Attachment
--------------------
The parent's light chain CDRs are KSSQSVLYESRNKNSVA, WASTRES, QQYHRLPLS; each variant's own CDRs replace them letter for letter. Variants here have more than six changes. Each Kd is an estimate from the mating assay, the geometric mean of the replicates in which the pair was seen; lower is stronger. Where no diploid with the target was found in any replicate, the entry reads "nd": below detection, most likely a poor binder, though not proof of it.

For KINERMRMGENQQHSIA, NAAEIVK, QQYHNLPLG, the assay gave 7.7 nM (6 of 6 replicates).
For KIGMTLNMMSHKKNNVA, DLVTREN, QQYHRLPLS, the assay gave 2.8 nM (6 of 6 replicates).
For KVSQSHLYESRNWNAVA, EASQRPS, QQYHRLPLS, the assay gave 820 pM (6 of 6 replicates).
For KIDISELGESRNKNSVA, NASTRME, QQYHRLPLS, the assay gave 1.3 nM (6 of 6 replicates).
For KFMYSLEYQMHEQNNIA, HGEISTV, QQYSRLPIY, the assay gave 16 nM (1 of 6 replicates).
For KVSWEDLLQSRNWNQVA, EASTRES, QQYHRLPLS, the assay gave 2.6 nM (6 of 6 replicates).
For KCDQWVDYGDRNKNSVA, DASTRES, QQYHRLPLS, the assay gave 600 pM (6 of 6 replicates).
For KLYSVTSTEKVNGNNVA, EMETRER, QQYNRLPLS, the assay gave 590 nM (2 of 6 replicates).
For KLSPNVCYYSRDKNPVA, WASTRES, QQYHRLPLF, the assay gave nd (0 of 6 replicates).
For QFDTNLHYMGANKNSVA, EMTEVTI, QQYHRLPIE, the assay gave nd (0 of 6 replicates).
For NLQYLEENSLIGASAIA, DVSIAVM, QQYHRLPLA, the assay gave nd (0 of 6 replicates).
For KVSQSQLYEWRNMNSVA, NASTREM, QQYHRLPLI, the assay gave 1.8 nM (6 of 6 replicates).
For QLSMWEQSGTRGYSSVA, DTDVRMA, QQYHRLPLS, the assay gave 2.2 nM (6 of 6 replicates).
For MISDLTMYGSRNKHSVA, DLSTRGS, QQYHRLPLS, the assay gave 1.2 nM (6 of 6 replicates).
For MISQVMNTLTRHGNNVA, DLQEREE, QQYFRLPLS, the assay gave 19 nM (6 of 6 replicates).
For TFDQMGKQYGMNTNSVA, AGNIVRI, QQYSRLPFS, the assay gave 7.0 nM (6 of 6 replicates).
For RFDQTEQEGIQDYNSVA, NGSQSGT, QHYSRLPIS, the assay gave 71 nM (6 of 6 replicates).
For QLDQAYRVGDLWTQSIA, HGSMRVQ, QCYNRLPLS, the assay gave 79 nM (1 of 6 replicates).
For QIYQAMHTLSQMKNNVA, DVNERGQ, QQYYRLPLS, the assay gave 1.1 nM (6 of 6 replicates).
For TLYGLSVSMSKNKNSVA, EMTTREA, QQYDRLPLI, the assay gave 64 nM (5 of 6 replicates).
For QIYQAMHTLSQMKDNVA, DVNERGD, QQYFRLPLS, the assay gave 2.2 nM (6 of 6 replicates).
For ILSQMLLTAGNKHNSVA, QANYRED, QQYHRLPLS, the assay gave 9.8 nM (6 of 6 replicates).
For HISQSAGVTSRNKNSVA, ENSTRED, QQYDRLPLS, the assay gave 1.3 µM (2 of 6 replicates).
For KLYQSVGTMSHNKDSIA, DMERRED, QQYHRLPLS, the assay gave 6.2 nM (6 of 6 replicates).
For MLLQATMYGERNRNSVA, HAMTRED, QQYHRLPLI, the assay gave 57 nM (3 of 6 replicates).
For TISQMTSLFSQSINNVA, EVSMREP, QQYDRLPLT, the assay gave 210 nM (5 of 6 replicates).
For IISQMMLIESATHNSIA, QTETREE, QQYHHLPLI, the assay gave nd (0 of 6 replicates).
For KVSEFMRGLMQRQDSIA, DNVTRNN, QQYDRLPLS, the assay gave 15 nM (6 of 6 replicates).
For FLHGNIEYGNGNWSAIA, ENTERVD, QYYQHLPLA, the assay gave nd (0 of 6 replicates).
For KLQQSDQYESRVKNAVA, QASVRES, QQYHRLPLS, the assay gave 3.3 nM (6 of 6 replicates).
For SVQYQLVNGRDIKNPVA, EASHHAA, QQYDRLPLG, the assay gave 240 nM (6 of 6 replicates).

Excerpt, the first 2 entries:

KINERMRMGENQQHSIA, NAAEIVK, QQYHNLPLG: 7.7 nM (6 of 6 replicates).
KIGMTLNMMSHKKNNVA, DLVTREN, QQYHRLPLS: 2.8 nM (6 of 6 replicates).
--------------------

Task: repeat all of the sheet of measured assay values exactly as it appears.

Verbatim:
The parent's light chain CDRs are KSSQSVLYESRNKNSVA, WASTRES, QQYHRLPLS; each variant's own CDRs replace them letter for letter. Variants here have more than six changes. Each Kd is an estimate from the mating assay, the geometric mean of the replicates in which the pair was seen; lower is stronger. Where no diploid with the target was found in any replicate, the entry reads "nd": below detection, most likely a poor binder, though not proof of it.

For KINERMRMGENQQHSIA, NAAEIVK, QQYHNLPLG, the assay gave 7.7 nM (6 of 6 replicates).
For KIGMTLNMMSHKKNNVA, DLVTREN, QQYHRLPLS, the assay gave 2.8 nM (6 of 6 replicates).
For KVSQSHLYESRNWNAVA, EASQRPS, QQYHRLPLS, the assay gave 820 pM (6 of 6 replicates).
For KIDISELGESRNKNSVA, NASTRME, QQYHRLPLS, the assay gave 1.3 nM (6 of 6 replicates).
For KFMYSLEYQMHEQNNIA, HGEISTV, QQYSRLPIY, the assay gave 16 nM (1 of 6 replicates).
For KVSWEDLLQSRNWNQVA, EASTRES, QQYHRLPLS, the assay gave 2.6 nM (6 of 6 replicates).
For KCDQWVDYGDRNKNSVA, DASTRES, QQYHRLPLS, the assay gave 600 pM (6 of 6 replicates).
For KLYSVTSTEKVNGNNVA, EMETRER, QQYNRLPLS, the assay gave 590 nM (2 of 6 replicates).
For KLSPNVCYYSRDKNPVA, WASTRES, QQYHRLPLF, the assay gave nd (0 of 6 replicates).
For QFDTNLHYMGANKNSVA, EMTEVTI, QQYHRLPIE, the assay gave nd (0 of 6 replicates).
For NLQYLEENSLIGASAIA, DVSIAVM, QQYHRLPLA, the assay gave nd (0 of 6 replicates).
For KVSQSQLYEWRNMNSVA, NASTREM, QQYHRLPLI, the assay gave 1.8 nM (6 of 6 replicates).
For QLSMWEQSGTRGYSSVA, DTDVRMA, QQYHRLPLS, the assay gave 2.2 nM (6 of 6 replicates).
For MISDLTMYGSRNKHSVA, DLSTRGS, QQYHRLPLS, the assay gave 1.2 nM (6 of 6 replicates).
For MISQVMNTLTRHGNNVA, DLQEREE, QQYFRLPLS, the assay gave 19 nM (6 of 6 replicates).
For TFDQMGKQYGMNTNSVA, AGNIVRI, QQYSRLPFS, the assay gave 7.0 nM (6 of 6 replicates).
For RFDQTEQEGIQDYNSVA, NGSQSGT, QHYSRLPIS, the assay gave 71 nM (6 of 6 replicates).
For QLDQAYRVGDLWTQSIA, HGSMRVQ, QCYNRLPLS, the assay gave 79 nM (1 of 6 replicates).
For QIYQAMHTLSQMKNNVA, DVNERGQ, QQYYRLPLS, the assay gave 1.1 nM (6 of 6 replicates).
For TLYGLSVSMSKNKNSVA, EMTTREA, QQYDRLPLI, the assay gave 64 nM (5 of 6 replicates).
For QIYQAMHTLSQMKDNVA, DVNERGD, QQYFRLPLS, the assay gave 2.2 nM (6 of 6 replicates).
For ILSQMLLTAGNKHNSVA, QANYRED, QQYHRLPLS, the assay gave 9.8 nM (6 of 6 replicates).
For HISQSAGVTSRNKNSVA, ENSTRED, QQYDRLPLS, the assay gave 1.3 µM (2 of 6 replicates).
For KLYQSVGTMSHNKDSIA, DMERRED, QQYHRLPLS, the assay gave 6.2 nM (6 of 6 replicates).
For MLLQATMYGERNRNSVA, HAMTRED, QQYHRLPLI, the assay gave 57 nM (3 of 6 replicates).
For TISQMTSLFSQSINNVA, EVSMREP, QQYDRLPLT, the assay gave 210 nM (5 of 6 replicates).
For IISQMMLIESATHNSIA, QTETREE, QQYHHLPLI, the assay gave nd (0 of 6 replicates).
For KVSEFMRGLMQRQDSIA, DNVTRNN, QQYDRLPLS, the assay gave 15 nM (6 of 6 replicates).
For FLHGNIEYGNGNWSAIA, ENTERVD, QYYQHLPLA, the assay gave nd (0 of 6 replicates).
For KLQQSDQYESRVKNAVA, QASVRES, QQYHRLPLS, the assay gave 3.3 nM (6 of 6 replicates).
For SVQYQLVNGRDIKNPVA, EASHHAA, QQYDRLPLG, the assay gave 240 nM (6 of 6 replicates).

Excerpt, the first 2 entries:

KINERMRMGENQQHSIA, NAAEIVK, QQYHNLPLG: 7.7 nM (6 of 6 replicates).
KIGMTLNMMSHKKNNVA, DLVTREN, QQYHRLPLS: 2.8 nM (6 of 6 replicates).